# AK Vs AA

Red Chipper Posts: 34
Is this Ok this hand q pre and post flop?
AK

## Comments

• RCP Coach Posts: 1,867 -
Please clarify your question.

What was you reasoning on the turn and river?
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• Red Chipper Posts: 34
Well sometimes, you dose and luck, or skill not only happens if there is no luck
I had amazing implied odds, so I decided to go and see the river, and then came the damn jack and everything developed in notes ))))
• Red Chipper Posts: 595 ✭✭
Implied odds, not really, immediate odds, yea you had good immediate odds but vs what range are we assuming villain does this with? Another thing the sizing. Preflop its a bit too small and it really accomplish nothing IMO. We have no fold equity for the times we are bluffing and we aren't setting ourselves up to get the max value if we have value. Then the small donk on the flop, once again accomplishes nothing really IMO, and given the board texture we can safetly assume we are betting to fold out hands. Well what exactly folds to that sizing? Lastly, once you make up your mind to bet flop for whatever reason, why aren't we betting that turn? If you do decide that the Q on the turn favors your villain range and you decide to check, facing that small of a sizing how often are we good and how often do we need to be good (Pot odds) to make this profitable? <- Without an idea of how well you are doing, it hurts your overall decision making even if amazing pot odds are presented.
-Rello

"Its better to give than to receive, so bet more and call less"
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• Red Chipper Posts: 34
Hand odds is right here regulars opponent is very tight, put it the following range of QQ +
• Red Chipper Posts: 595 ✭✭
Ok first thing first... Did we put villain on QQ+ before the flop bet or after? Next thing is okay we know our odds but how does our how look in equity vs his range to the pot odds? What i mean here is take a look at this quick equity calculation i ran for you:

(First i am a percentage type of guy so excuse the math conversion and i hope i don't make it confusing)

But villain is betting a tad less than half pot, for quick mathematic purpose half pot is roughly 3:1 pot odds or in my terms 25%. Now im going to turn into a mathematic geek for a minute so we could come to a solid answer, so please bare with me. Like i said before im a percentage guy so of course I'll have the formula to turn ratio to percentage, but more importantly the reason i do this is because that percentage represents how often we need to be good to make calls. Thats the purpose of pot odds right? So how do we determine how often we need to be good? By realizing our equity. So here is the situation our Equity is as you can see from equilab on this board is really low here with 11% vs his range. So now without implied odds we need to be good here about 25%. Math is below:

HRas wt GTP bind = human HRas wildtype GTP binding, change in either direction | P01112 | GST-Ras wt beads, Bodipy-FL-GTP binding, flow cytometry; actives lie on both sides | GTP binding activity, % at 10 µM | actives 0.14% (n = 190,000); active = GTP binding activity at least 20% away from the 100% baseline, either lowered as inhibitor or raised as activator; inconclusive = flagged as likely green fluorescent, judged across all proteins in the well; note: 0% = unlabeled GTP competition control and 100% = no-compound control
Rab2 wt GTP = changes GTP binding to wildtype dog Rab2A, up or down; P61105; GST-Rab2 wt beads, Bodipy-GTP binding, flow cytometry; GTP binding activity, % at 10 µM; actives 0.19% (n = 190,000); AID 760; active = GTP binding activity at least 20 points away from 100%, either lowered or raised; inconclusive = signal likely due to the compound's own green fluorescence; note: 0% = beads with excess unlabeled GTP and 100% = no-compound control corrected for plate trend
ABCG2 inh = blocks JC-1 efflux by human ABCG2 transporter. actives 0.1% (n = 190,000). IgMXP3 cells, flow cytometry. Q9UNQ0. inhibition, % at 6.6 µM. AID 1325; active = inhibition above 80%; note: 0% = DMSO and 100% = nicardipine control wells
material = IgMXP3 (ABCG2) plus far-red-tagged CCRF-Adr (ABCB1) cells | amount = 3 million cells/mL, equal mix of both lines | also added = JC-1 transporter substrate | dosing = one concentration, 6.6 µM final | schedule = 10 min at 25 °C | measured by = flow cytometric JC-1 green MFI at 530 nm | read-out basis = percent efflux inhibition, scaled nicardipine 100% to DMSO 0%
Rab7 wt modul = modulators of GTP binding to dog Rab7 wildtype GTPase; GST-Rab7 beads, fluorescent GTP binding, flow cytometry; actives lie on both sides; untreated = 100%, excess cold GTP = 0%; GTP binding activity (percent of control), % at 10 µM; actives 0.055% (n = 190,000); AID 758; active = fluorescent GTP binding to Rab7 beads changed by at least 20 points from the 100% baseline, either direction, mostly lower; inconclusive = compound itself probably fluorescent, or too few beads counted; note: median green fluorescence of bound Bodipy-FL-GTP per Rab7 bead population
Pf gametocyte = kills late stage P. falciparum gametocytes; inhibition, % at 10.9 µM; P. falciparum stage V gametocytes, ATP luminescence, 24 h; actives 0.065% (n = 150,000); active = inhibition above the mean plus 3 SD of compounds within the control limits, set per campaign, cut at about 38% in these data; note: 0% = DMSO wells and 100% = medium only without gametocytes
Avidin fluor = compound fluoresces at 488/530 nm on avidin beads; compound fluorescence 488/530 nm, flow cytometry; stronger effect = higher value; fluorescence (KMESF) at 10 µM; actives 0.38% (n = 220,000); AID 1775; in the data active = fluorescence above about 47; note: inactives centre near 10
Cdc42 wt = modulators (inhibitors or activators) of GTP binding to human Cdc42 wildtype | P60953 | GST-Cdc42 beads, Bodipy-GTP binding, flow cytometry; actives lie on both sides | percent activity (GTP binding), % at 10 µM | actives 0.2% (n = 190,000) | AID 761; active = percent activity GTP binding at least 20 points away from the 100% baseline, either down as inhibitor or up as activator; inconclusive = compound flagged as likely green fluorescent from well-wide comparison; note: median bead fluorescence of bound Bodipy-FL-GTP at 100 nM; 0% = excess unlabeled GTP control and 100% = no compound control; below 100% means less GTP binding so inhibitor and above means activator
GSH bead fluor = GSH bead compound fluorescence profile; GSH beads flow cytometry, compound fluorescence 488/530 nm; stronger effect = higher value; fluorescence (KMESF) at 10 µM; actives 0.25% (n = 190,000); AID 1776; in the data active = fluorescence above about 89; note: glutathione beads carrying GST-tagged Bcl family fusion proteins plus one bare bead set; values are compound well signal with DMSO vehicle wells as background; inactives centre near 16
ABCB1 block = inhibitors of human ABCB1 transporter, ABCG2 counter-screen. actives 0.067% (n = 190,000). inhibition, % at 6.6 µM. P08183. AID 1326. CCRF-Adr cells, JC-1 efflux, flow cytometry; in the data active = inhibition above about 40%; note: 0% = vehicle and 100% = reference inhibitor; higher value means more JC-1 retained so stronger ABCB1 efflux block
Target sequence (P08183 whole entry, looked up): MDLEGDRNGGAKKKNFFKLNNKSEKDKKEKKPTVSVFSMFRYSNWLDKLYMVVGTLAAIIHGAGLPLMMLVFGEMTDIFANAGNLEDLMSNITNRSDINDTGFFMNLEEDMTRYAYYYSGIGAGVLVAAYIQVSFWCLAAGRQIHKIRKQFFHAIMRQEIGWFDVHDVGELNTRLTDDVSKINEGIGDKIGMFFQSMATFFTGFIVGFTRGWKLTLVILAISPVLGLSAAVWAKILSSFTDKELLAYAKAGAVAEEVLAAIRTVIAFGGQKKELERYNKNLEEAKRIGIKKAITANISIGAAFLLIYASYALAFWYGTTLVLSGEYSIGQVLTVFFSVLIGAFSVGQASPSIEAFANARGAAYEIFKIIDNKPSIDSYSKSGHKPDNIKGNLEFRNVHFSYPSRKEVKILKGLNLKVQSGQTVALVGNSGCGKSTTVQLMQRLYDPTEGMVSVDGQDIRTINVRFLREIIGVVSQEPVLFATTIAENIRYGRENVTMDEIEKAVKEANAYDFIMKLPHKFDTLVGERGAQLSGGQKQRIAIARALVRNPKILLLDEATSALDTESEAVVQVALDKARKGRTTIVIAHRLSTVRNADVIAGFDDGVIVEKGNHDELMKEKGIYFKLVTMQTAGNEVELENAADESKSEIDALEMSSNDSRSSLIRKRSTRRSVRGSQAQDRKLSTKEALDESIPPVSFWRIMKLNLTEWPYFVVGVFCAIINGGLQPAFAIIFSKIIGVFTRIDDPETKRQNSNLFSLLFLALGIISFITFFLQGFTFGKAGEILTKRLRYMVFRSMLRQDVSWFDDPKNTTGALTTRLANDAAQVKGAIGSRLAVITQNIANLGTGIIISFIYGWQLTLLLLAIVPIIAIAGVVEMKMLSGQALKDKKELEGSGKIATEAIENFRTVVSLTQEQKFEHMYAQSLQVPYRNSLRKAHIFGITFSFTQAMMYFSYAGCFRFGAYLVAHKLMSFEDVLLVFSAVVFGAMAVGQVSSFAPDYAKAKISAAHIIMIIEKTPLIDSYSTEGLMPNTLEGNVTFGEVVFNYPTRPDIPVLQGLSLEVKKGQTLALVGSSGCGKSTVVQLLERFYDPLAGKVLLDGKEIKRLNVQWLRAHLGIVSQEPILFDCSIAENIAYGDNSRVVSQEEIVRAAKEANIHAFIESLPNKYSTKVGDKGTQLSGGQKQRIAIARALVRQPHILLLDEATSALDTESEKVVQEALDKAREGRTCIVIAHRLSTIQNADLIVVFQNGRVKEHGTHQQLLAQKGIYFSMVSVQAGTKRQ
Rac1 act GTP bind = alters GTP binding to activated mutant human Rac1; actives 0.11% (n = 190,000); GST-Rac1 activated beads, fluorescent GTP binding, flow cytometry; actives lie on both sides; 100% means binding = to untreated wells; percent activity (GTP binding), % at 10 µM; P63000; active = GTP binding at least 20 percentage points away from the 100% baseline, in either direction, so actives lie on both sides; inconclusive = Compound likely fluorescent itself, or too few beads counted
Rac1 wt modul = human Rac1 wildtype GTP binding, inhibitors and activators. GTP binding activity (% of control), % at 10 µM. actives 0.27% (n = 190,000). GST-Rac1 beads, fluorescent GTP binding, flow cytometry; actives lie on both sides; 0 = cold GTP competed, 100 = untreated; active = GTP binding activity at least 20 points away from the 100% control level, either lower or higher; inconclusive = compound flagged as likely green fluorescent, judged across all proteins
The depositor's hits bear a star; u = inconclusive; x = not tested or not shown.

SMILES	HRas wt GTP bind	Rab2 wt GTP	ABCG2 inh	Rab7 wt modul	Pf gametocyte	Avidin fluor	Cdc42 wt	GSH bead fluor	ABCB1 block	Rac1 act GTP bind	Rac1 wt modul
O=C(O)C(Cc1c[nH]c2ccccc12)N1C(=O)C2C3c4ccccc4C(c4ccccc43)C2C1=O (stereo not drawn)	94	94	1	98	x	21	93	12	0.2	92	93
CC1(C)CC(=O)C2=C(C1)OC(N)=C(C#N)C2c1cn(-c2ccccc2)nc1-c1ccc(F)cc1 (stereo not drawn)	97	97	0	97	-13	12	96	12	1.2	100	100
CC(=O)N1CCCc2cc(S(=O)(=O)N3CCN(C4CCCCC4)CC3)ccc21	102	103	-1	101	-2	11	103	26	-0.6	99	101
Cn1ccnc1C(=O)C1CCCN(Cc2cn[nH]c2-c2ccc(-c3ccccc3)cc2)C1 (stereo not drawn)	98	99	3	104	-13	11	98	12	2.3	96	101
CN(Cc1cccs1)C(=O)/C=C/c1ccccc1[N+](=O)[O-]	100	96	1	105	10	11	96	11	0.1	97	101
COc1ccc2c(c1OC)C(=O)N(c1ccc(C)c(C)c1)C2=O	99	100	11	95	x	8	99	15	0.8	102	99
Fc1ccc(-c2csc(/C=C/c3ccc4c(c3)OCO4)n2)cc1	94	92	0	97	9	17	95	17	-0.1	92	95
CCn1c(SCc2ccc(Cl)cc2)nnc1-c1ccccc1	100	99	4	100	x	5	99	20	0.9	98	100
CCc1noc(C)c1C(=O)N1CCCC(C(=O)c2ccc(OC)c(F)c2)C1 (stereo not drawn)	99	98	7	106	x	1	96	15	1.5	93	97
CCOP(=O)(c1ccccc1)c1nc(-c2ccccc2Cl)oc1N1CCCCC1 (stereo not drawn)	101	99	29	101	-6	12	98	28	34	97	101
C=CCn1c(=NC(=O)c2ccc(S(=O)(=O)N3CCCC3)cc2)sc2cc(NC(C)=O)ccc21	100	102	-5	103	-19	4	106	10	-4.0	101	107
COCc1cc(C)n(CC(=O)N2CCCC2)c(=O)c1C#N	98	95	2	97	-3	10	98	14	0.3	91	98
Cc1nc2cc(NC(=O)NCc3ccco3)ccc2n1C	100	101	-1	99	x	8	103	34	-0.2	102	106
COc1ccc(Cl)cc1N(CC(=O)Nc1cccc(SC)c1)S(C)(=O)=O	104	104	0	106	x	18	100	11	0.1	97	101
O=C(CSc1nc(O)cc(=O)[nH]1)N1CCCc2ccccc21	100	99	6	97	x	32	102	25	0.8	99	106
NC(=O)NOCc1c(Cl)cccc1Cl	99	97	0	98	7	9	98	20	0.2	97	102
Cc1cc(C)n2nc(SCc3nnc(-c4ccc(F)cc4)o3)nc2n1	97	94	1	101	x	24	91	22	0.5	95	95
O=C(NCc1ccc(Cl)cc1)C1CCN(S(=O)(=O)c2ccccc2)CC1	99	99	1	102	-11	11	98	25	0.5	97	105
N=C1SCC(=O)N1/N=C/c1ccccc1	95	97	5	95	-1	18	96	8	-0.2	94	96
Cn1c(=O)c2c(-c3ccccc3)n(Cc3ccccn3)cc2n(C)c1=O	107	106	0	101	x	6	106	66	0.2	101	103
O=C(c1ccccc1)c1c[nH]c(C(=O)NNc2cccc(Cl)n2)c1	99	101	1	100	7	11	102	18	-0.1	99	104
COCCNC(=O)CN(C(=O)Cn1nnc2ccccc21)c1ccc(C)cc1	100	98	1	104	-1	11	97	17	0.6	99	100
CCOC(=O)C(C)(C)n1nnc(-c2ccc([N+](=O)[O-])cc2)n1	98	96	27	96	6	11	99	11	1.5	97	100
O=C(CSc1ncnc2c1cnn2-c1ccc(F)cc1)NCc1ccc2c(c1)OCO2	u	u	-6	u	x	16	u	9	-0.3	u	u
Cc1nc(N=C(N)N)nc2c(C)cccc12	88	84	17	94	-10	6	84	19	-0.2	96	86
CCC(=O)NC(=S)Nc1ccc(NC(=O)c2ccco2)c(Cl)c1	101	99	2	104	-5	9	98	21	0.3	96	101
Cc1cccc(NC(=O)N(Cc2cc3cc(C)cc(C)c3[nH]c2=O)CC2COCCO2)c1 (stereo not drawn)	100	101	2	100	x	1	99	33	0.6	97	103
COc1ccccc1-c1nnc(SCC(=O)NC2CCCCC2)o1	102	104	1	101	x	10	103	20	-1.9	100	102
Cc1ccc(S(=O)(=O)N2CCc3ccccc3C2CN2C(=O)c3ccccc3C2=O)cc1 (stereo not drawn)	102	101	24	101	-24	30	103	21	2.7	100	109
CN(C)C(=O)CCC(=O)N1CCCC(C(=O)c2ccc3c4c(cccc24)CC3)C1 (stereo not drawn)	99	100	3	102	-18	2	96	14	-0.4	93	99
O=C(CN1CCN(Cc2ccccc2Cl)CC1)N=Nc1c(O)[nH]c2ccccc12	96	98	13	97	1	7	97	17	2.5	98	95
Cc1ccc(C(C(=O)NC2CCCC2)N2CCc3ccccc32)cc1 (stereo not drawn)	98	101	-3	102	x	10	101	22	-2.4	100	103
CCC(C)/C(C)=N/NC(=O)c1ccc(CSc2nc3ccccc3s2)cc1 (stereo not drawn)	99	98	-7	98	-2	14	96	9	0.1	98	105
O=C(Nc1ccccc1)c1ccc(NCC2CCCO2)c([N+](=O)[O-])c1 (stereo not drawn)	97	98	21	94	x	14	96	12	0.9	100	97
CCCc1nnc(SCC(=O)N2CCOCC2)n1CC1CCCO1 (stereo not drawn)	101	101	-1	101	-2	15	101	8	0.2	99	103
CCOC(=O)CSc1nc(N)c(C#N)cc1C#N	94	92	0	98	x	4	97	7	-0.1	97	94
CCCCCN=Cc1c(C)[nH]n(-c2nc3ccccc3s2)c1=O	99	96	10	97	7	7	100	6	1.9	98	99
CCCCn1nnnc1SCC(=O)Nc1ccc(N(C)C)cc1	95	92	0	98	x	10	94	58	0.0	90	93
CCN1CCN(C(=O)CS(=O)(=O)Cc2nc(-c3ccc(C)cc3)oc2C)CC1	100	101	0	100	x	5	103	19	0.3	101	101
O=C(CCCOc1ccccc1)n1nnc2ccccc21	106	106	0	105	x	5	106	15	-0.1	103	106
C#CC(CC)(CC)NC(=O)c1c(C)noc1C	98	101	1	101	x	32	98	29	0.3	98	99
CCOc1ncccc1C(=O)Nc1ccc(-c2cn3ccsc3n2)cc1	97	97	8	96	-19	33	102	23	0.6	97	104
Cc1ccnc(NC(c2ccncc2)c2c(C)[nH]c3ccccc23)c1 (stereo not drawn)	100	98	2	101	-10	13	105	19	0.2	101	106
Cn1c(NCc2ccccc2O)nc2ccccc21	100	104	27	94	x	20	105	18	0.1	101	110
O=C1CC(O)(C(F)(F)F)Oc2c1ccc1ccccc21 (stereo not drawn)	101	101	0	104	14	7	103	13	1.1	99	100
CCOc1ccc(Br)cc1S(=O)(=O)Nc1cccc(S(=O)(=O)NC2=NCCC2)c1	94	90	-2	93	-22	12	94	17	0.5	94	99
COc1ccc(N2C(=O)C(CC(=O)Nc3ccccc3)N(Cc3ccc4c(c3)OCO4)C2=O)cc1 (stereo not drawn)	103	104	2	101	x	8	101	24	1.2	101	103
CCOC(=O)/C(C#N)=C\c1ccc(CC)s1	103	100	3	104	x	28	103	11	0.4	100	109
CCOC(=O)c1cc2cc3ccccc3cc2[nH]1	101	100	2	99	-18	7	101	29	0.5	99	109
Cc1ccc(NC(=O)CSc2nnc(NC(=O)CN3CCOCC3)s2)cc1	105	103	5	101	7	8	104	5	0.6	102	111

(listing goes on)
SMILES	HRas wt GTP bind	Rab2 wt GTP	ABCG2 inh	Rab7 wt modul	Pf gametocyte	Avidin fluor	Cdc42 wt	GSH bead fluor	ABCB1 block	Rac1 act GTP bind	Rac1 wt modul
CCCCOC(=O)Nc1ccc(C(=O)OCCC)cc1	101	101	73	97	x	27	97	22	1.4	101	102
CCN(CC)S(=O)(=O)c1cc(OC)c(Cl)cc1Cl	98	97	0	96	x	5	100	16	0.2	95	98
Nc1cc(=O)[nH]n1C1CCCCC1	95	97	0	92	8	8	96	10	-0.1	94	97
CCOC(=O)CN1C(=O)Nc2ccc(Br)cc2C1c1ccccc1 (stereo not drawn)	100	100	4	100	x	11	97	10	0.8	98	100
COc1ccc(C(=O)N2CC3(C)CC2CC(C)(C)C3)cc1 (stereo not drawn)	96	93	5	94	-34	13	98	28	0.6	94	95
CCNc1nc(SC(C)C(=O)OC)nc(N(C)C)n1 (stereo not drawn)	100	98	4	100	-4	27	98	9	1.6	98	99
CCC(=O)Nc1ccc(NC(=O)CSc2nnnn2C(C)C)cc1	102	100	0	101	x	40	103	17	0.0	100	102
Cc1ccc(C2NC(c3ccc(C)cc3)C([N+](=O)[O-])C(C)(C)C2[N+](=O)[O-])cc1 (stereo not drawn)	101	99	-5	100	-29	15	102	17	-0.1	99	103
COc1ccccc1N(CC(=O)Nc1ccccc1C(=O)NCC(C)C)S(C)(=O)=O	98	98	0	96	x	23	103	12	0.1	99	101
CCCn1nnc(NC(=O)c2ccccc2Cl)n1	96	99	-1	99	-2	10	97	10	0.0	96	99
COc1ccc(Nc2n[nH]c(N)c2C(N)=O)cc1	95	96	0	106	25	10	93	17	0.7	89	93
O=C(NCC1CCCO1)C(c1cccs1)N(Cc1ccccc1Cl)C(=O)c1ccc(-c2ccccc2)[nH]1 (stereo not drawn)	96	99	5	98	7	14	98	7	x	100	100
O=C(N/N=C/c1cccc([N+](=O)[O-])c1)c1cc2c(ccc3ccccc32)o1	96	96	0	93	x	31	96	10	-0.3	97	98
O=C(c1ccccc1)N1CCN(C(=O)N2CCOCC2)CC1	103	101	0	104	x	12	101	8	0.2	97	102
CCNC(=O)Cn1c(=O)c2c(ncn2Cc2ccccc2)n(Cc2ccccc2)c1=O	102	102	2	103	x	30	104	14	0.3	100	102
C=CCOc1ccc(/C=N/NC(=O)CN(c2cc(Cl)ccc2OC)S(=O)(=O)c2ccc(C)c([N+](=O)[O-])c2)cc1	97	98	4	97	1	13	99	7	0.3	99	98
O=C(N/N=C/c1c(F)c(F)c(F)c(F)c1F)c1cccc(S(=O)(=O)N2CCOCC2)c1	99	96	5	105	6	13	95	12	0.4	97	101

3:1 = 25% Equity (You can check this out from your PT4 Database or HEM2 Database in any hand where someone bets half pot)

The math is as follows:

If I bet \$2 into \$4, then
2/(4+(2*2))=25%

So 1.90 into 4.24 is,
1.90/(4.24+(1.90*2)) = 24%

What about implied odds of the entire effective stack?

4.24+3.21 = \$7.45

So \$1.90 into \$7.45 is,
1.90/(7.45+(1.90*2)) = 17%

So even with implied odds you need to be good 17% of the time. We are only good 11% here as indicated by Equilab. Very important to grasp this aspect of the game.

-Rello

"Its better to give than to receive, so bet more and call less"
Check out my HUSNG Graph: Chips-Results
Follow All the Action On My Blog: www.rello242.blogspot.com
• Red Chipper Posts: 34
It is clear that if we were guided only by the pot odds (or if our opponent had x-ray eyes and could see us cards and would not pay a dime if you fall jack), we should fold since we have pot odds of 1 to 6 in probability 1 to 11. But it is clear that if you fall off a jack, our opponent will hardly believe that we have a straight and will incorporate significant bet, because we paid him on the flop. It is almost certain that after his re-reyznem beta on the turn with an All-In, he will pay. Simply, if AA or AK in hand, and the world champion would have paid. Therefore, our call of \$ 4 on the flop, he is one of the twelve cases will win \$ 100 dollars of our opponent plus \$ 10 already paid before the flop, or a total of \$ 110. These are the implied odds of 4 to 1 or 110 to 1 probability at 27.5 to 11! And we should pay;
• Red Chipper Posts: 34
The account is as follows. 100 such tricks we 80 lose \$ 1 and earn \$ 20 5 Therefore, we call on the turn brings us a \$ 20 profit. Thus implied odds become one fold (if we were guided only by pot odds, but at the time) in a call.

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